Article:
Fiber lasers also took center stage at the conference, led by a presentation by David Welch, who discussed recent advances in solid-state laser/amplifier technologies and the impact these advances will have on future telecommunications applications. Eyesafe fiber lasers are increasing in power, with researchers from the University of Southampton (Southampton, England) demonstrating 6.7 W from an erbium-ytterbium (Er-Yb) co-doped cladding-pumped fiber laser tunable from 1533 to 1600 nm. Ultrafast pulse generation from fiber lasers and amplifiers was also highlighted. One example involved research from IMRA America, which involved the generation of 52-fs pulses using a Yb fiber amplifier. Researcher Almantas Galvanauskas discussed recent techniques that allow using fibers with core sizes beyond the single-mode limit to increase the energy and power from ultrashort pulsed fiber lasers. In a post-deadline paper, IMRA also reported obtaining compressed 380-fs pulses with energy of more than 1 mJ from a large-core Yb-doped double-clad fiber. This energy from a femtosecond all-fiber system represents an order of magnitude increase compared to prior research efforts.
On the Tuesday evening, Professor Robert L. Byer from Stanford University (Palo Alto, CA) gave an entertaining historical perspective on the advances made in solid-state laser technology during the past 40 years. It was interesting to see the evolution of this technology, from discoveries and inventions in the laboratory to commercial products. Professor Byer has started, or been connected with, numerous successful laser companies and has a unique understanding of what it takes to turn a laboratory curiosity into a real product.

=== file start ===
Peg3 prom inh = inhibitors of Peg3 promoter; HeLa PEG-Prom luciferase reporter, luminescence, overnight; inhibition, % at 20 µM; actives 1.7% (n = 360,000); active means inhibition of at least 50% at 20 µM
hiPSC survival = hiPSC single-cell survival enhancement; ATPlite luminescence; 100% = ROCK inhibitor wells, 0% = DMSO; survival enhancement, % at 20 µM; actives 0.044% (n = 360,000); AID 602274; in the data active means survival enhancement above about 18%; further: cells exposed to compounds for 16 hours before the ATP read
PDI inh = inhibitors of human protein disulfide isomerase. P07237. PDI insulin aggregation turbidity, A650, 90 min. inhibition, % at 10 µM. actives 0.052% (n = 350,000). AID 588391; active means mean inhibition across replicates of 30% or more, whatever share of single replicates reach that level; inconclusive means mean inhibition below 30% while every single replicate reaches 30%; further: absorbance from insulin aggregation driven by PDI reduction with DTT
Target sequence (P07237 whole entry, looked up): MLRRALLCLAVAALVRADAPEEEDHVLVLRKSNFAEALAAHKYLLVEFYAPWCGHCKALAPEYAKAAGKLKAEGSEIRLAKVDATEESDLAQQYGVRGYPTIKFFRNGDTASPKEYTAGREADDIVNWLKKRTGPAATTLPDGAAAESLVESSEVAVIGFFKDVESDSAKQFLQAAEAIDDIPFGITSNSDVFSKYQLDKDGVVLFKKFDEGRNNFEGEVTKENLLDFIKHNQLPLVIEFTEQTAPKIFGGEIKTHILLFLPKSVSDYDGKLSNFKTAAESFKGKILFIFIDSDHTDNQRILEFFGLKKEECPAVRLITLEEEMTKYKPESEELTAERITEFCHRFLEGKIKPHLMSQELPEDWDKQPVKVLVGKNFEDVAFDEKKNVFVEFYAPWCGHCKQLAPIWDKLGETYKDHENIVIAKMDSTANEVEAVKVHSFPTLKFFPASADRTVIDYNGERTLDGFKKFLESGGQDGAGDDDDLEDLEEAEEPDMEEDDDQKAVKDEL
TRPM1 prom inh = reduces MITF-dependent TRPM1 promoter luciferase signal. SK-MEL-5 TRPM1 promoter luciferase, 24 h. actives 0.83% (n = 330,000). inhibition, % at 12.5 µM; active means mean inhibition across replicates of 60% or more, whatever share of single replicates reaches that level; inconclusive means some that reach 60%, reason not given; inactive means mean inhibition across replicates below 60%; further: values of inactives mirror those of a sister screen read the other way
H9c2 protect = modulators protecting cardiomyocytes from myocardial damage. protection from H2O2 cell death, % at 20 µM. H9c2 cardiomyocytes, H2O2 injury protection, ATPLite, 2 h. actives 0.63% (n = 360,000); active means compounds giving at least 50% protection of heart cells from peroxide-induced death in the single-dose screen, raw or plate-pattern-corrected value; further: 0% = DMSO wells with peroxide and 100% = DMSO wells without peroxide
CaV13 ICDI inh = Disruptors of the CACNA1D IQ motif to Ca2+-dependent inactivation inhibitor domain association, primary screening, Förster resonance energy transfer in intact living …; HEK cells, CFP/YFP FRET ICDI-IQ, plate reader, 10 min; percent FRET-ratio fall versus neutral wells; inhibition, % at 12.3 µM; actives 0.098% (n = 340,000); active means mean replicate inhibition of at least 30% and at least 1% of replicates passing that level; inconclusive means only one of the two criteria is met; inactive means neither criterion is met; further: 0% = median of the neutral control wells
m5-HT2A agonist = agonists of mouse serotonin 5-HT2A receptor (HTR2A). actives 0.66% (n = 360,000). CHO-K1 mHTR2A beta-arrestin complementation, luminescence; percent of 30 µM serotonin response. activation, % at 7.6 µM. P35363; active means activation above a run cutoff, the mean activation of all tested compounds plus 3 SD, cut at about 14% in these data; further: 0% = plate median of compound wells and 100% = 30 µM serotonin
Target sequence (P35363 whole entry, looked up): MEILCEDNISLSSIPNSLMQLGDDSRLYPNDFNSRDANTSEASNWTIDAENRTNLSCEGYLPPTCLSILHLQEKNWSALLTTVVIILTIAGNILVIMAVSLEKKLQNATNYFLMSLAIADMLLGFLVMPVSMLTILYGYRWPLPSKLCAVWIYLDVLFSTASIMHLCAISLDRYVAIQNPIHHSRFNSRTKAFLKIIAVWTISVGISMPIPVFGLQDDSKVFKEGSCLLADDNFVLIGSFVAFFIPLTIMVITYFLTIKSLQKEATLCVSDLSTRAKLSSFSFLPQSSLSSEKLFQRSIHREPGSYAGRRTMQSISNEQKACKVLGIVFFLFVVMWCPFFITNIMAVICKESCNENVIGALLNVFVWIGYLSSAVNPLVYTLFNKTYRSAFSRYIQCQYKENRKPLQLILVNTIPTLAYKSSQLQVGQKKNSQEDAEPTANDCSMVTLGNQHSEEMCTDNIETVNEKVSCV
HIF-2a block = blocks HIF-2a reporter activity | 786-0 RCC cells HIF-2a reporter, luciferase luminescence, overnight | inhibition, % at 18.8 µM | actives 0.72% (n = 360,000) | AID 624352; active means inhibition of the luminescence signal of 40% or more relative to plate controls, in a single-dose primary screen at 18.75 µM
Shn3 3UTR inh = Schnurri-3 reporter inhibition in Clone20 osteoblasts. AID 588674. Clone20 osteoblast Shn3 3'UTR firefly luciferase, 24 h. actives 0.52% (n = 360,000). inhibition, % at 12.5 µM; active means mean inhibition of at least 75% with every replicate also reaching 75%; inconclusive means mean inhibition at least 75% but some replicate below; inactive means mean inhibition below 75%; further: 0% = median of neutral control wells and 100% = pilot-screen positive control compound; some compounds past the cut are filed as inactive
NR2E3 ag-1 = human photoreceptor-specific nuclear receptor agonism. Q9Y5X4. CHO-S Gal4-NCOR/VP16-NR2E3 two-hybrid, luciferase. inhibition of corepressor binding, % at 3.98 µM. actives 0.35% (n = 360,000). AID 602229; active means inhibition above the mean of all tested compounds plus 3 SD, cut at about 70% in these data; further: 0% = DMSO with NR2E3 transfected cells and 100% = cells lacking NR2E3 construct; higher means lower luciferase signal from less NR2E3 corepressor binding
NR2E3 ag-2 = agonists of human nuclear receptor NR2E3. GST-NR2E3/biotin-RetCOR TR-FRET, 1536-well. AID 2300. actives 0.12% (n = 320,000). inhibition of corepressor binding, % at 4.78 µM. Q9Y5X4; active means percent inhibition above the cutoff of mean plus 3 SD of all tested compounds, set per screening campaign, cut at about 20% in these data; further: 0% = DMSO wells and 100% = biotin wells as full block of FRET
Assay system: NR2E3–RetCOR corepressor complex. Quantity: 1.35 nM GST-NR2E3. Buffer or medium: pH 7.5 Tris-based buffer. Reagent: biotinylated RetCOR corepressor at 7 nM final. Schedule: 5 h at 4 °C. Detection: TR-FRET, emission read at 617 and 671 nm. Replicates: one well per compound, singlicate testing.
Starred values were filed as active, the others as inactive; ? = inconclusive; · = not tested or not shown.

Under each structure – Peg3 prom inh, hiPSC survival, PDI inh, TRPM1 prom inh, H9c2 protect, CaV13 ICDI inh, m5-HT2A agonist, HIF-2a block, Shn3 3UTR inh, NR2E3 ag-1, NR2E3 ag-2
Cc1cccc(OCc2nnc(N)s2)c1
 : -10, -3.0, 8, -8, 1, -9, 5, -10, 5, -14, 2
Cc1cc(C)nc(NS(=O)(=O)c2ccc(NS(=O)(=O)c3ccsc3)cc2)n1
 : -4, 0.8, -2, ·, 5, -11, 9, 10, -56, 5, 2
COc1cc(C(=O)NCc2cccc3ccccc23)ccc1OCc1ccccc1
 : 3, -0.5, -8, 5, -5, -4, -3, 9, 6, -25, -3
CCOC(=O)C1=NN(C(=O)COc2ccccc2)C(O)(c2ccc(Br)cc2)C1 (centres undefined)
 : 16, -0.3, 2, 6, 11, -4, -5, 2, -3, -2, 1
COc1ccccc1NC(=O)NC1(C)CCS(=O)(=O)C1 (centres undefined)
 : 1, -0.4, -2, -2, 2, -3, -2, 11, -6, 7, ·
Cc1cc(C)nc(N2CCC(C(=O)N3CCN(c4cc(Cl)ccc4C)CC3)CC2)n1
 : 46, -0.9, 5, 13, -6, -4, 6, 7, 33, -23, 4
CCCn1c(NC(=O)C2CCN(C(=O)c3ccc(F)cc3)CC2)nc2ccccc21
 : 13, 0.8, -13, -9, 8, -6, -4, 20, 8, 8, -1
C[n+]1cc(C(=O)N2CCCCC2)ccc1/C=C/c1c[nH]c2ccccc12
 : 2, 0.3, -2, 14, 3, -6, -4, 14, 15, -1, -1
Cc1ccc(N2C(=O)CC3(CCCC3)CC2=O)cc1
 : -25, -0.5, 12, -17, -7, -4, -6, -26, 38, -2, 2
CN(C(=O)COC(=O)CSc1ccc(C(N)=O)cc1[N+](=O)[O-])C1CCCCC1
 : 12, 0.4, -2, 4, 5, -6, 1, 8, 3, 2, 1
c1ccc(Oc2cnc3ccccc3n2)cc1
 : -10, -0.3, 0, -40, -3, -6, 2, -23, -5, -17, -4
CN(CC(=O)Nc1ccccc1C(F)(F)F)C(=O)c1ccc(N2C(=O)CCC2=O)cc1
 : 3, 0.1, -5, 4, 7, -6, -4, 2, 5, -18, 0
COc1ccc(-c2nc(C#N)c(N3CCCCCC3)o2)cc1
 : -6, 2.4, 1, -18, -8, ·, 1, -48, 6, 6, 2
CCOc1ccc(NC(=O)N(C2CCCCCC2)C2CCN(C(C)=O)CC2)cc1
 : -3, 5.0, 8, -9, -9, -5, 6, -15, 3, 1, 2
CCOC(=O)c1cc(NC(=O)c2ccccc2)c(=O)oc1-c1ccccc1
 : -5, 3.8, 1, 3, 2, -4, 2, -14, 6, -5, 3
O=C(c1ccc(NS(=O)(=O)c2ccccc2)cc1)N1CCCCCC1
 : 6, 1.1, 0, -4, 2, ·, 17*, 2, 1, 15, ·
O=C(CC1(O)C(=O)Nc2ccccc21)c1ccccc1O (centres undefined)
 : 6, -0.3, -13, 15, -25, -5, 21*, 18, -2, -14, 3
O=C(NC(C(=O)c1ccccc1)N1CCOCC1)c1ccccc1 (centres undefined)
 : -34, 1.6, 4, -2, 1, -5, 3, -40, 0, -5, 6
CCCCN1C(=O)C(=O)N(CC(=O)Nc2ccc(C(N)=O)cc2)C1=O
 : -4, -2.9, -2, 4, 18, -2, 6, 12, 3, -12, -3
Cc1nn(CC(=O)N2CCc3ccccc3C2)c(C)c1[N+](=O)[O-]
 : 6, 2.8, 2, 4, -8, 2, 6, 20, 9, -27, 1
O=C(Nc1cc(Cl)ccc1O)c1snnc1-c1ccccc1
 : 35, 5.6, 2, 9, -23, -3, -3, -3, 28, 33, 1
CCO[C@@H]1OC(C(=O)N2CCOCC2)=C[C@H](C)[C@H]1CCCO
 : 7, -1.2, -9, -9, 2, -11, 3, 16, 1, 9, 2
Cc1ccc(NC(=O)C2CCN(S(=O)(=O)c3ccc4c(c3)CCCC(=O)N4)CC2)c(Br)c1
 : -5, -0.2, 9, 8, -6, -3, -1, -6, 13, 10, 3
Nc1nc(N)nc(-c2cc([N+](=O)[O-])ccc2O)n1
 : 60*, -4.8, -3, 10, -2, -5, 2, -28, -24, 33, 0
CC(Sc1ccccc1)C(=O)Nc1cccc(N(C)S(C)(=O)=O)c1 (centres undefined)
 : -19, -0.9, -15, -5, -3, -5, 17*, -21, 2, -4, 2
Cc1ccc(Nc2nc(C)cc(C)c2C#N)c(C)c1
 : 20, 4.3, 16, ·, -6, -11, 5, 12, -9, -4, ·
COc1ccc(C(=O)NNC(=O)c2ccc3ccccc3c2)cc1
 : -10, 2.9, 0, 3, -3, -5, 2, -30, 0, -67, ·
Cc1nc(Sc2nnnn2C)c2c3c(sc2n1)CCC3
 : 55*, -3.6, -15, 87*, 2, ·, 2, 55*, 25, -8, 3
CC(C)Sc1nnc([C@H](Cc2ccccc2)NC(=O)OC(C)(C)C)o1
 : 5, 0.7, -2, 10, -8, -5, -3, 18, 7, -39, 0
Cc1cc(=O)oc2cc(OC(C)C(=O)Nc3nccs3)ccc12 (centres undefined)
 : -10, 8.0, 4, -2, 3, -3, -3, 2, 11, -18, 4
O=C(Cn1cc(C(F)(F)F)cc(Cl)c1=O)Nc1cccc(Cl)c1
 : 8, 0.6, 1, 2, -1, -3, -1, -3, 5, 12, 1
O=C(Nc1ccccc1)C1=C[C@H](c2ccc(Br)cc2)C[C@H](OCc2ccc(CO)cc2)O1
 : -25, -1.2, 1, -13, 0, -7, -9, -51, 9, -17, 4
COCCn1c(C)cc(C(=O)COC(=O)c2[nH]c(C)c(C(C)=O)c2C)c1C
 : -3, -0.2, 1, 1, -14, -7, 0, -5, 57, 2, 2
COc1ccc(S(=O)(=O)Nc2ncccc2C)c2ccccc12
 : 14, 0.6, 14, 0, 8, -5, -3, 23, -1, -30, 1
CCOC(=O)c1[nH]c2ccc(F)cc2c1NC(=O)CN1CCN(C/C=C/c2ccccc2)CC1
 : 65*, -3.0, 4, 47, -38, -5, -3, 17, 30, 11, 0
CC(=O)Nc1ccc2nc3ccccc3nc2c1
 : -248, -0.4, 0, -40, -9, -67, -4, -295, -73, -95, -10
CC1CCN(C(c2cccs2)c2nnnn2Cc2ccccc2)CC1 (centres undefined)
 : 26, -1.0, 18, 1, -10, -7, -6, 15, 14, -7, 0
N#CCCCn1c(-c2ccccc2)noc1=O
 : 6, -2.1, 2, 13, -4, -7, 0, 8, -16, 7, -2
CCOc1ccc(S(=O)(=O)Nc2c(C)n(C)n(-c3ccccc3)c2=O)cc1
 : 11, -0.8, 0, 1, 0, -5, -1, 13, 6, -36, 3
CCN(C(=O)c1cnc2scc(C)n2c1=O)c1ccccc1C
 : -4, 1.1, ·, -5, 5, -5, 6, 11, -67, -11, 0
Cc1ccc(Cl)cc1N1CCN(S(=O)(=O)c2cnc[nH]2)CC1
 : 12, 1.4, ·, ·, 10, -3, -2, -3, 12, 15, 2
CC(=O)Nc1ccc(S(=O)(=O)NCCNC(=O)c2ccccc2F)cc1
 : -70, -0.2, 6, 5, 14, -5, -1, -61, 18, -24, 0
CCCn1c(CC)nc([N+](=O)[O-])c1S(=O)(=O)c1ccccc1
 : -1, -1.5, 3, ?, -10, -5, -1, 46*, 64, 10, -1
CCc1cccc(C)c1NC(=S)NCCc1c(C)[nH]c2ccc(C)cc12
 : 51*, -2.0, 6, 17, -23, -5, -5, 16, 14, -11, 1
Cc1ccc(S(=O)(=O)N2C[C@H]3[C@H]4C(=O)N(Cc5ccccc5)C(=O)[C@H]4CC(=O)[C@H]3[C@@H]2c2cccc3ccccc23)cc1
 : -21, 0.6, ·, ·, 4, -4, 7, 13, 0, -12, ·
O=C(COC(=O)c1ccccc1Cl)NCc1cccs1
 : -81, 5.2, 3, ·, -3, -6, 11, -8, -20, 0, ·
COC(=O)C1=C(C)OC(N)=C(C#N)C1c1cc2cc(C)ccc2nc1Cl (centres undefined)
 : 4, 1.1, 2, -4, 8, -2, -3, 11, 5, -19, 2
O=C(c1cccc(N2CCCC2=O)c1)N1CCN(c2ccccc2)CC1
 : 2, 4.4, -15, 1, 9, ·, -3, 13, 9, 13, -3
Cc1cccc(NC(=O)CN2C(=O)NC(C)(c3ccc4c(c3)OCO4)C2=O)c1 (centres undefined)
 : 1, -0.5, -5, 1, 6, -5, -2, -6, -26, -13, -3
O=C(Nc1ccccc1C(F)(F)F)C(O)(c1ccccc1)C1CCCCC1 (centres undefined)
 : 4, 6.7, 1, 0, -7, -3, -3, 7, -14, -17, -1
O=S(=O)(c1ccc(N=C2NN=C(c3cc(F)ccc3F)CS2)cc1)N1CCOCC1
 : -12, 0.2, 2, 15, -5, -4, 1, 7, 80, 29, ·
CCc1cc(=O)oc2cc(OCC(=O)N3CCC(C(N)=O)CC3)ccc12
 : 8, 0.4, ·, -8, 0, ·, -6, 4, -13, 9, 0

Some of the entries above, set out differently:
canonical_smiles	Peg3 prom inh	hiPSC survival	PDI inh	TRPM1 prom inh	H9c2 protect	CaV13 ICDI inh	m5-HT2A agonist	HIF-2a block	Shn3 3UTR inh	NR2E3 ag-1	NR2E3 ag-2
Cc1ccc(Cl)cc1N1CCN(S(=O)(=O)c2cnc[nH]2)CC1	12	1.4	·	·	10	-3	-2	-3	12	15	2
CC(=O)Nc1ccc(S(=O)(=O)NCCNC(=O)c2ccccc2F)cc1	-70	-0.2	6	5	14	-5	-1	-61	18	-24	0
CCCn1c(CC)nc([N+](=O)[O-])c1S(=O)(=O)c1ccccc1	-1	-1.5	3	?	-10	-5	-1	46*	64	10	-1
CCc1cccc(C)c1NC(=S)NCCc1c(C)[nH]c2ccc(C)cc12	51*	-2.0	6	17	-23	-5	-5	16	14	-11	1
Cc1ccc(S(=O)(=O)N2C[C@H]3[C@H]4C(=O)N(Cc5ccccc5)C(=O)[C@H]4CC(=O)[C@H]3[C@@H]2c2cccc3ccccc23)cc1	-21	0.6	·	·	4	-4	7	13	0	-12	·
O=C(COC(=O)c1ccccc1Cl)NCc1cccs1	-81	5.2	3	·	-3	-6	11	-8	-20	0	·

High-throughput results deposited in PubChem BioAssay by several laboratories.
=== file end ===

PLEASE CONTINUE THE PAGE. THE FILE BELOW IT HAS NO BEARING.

Breaking the 1-W barrier
Highlights of the visible and ultraviolet (UV) laser session at the conference included discussion of the breaking of the 1-W level of visible radiation using a diode-pumped self-doubling material. Researchers at Macquarie University (Australia) described the generation of 1.1 W of CW green output from the self-doubling crystal Yb:YAB.
The UV laser presentations were dominated by researchers from Japan. Highlights included an all-solid-state CW laser producing 2.3 mW at 195 nm from Sony Corp. (Tokyo, Japan) and improved crystal quality of the increasingly important CLBO crystal, reported by the Osaka University group.
New to this years meeting was a cash prize for the best presentation by a student. The award, which is sponsored by Lightbit, will be awarded annually at the meeting. This year's winner was Justin Mansell, a graduate student in Professor Byer's group at Stanford University. Mansell presented a postdeadline paper on a new micromachined deformable mirror for compensating thermal aberrations in a laser beam.
Many technologies that have made their debut at ASSL have quickly found their way into commercial products�including single-frequency operation induced by an acousto-optic modulator, the passively modelocked SESAM, and the periodically poled lithium-niobate optical parametric oscillator, to name just a few. It also was refreshing to see financial support for the meeting from companies including Spectra Physics (Mountain View, CA), Lightbit, SDL (San Jose, CA), and Coherent Semiconductor Group (Santa Clara, CA). Other supporters of the meeting included NASA, the US Air Force Office of Scientific Research, and the US Army's Night Vision and Electronic Sensors Directorate.
Advanced Solid State Lasers 2002 will be held in Quebec City, Quebec, Canada, February 3-6. The meeting promises to be more interesting than ever, with additional focus on solid-state lasers for telecommunications and participation and tours of local research laboratories.
Mark S. Bowers
MARK S. BOWERS is principal scientist at Aculight Corporation, 11805 North Creek Parkway S., Suite 113, Bothell, WA 98011, Email: [email protected].